Saturday, 30 October 2010

Waiting for the call...

In twenty minutes, I'm due to be interviewed by Skype by a New York based network called Family network about the origins of my series PUNKY.

I'm as nervous as a kitten and it's ridiculous! It's not as if I don't know the answers - I only spent three years developing Punky and her world!

Fortunately, I don't even have a webcam - I barely have Skype! - , so I don't have to worry about what I look like. And I am so happy to have an opportunity to talk about this idea that I lived with and sweated over and fought for and which is finally in production.

So where did it come from? There were germs sown when my sister Karen, an occupational therapist in the Central Remedial Clinic would bring children home that had special needs. One autistic boy smashed my little red kettle. I couldn't understand why the rules were different for him than for me.

Then there was the fact that my mother made no secret of the fact that she worried all through the pregnancy that there might be something wrong with me. She had seven other children. She was 46 and a quarter when I was born. She was told I'd be a fool or a genius. She always said she hadn't made up her mind yet!

In more recent years a friend of mine told me stories about her younger brother, David, who had Down's syndrome. I loved them. I loved his perspective of the world. The way he interpreted it and could make the mundane, make things we take for granted, fresh and new.

My partner has a son who is severely autistic. My daughter was six when they met and she really didn't know what to expect. She tried to make him notice her, to talk to him, but she was a child and under his radar. It's only in the last ten months that he has registered her and she has been so thrilled every time - when he stopped after she called him, when he almost-sort-of 'hugged' her! -, when he pointed out that we were leaving her behind. He knew she was one of the family.

But the relationship he and his sister have is really special. I've never seen anyone so loved as he is and he is mad about her. It's probably because of her that he hugs and loves to be cuddled - on his terms.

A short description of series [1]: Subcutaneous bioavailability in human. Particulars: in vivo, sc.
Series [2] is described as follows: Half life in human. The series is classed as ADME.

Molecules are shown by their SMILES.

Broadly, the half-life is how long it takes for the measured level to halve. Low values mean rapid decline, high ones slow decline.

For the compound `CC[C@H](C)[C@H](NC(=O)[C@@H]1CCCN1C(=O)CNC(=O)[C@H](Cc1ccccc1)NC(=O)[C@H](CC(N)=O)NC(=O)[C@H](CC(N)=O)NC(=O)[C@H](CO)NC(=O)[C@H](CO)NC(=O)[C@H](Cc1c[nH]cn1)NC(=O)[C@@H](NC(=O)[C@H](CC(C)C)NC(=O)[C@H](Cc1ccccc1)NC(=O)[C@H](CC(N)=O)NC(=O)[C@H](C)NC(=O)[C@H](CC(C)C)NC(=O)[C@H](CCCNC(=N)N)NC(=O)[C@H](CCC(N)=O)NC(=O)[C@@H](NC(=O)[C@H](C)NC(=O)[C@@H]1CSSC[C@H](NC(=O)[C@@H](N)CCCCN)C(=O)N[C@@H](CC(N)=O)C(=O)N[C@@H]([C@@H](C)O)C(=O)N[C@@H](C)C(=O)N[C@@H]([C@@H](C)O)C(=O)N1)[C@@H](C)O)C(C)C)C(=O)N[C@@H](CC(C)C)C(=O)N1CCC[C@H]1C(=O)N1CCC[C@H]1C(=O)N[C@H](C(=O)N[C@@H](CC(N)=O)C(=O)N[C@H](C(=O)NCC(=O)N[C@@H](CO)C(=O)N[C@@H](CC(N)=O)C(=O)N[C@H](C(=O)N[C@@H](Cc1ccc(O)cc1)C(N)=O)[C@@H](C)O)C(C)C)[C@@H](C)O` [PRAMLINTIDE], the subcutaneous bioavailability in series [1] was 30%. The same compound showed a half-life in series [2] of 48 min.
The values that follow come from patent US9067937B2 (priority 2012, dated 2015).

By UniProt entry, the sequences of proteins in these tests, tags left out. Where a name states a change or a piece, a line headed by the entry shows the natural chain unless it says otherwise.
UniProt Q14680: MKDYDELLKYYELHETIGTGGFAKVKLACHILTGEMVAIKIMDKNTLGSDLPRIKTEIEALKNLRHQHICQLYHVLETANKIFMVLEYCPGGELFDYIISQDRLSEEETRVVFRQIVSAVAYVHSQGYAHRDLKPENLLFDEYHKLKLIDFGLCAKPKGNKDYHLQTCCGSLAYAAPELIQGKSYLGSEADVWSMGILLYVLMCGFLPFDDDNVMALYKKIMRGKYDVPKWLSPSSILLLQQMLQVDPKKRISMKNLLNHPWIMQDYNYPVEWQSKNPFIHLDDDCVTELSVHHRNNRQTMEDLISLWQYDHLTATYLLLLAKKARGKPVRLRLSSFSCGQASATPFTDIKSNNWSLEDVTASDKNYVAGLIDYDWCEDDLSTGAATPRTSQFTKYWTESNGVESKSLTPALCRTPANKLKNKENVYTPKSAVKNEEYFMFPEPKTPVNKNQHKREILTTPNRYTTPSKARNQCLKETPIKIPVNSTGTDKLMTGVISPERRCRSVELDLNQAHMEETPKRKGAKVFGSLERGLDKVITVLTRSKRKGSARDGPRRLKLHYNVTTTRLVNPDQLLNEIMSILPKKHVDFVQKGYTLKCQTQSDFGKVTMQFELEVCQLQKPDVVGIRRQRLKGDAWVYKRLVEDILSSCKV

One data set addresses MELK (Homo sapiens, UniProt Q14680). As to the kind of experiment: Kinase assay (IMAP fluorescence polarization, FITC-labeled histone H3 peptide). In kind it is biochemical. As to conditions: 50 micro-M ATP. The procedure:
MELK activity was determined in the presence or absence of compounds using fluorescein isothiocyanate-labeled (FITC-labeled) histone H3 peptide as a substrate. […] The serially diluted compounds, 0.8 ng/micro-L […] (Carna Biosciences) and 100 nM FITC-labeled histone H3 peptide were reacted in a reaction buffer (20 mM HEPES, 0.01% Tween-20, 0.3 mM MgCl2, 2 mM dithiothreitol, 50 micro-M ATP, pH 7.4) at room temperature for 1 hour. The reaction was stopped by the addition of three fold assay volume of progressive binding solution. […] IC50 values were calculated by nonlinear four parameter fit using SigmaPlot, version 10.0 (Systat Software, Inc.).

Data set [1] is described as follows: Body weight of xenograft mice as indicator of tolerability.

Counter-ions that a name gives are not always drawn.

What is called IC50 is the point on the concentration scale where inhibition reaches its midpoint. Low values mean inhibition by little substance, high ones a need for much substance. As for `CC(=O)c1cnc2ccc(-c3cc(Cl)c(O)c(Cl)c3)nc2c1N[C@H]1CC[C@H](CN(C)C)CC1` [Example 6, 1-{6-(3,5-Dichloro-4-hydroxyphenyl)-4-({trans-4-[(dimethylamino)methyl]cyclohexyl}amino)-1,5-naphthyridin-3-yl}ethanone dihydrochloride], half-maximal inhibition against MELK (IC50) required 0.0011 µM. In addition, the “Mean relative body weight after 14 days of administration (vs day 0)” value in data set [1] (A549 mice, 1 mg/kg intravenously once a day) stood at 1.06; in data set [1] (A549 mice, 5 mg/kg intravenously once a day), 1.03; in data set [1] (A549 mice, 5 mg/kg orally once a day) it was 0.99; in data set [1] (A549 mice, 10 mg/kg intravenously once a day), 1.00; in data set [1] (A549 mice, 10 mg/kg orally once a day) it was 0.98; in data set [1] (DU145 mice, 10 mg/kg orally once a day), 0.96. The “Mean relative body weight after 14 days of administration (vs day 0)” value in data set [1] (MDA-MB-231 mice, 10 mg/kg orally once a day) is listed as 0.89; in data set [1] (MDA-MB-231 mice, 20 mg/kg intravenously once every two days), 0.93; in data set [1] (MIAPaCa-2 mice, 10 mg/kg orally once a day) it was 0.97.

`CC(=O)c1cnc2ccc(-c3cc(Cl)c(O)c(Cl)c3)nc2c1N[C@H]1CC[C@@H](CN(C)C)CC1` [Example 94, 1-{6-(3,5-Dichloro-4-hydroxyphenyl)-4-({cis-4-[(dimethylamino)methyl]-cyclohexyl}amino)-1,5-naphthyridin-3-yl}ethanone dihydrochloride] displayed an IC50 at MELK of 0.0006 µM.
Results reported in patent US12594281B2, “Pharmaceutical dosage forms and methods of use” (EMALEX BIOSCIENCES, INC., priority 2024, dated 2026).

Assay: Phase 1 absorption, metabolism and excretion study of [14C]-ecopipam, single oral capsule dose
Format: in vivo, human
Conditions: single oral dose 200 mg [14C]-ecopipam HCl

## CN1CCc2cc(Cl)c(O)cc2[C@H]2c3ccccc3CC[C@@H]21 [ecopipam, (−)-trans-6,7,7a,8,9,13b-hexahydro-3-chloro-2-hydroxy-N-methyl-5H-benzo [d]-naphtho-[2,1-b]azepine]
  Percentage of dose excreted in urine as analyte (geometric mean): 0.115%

But it's not easy being the sibling of a child with special needs and I decided I wanted to explore that relationship. Honestly, with humour and in a way that would make children more accepting of difference. They begin that way. It's only as they get older that they become judgemental.

But I also wanted to tell stories, to create a world, from her perspective. I wanted her to be the lead, I wanted her to decide how we interpreted the world and what was happening in it.

And so Punky, albeit in a slightly different incarnation, began. She emerged in a very funny animated short that hasn't been made yet. Then she dived into a live action/ cgi film script but there were too many stories in it for it to work fully. When I started toying with the TV series element, I knew I wanted it to be funny, to be honest, to be imaginative and to fell real, albeit as a cartoon. As children enjoyed the entertainment, they would be learning to accept difference.

The Irish Film Board weighed in with their support in the form of a Development Loan in 2007. I worked with Barbara Slade (Rugrats, Angelina Ballerina) as script consultant and then worked with Aidan Hickey for a while. But it was a hard one to get right - to work as a commercially attractive series a producer would feel able to make, and yet live up to everything I wanted from it.

Gerard O'Rourke of Monster liked the sound of it and the talks began. He supported it long after another producer would have turned tail and run because he really, really believed in it. Jason Tammemagi liked it too and came on as Director and so the saga began to roll towards the full scale production that is taking place now.

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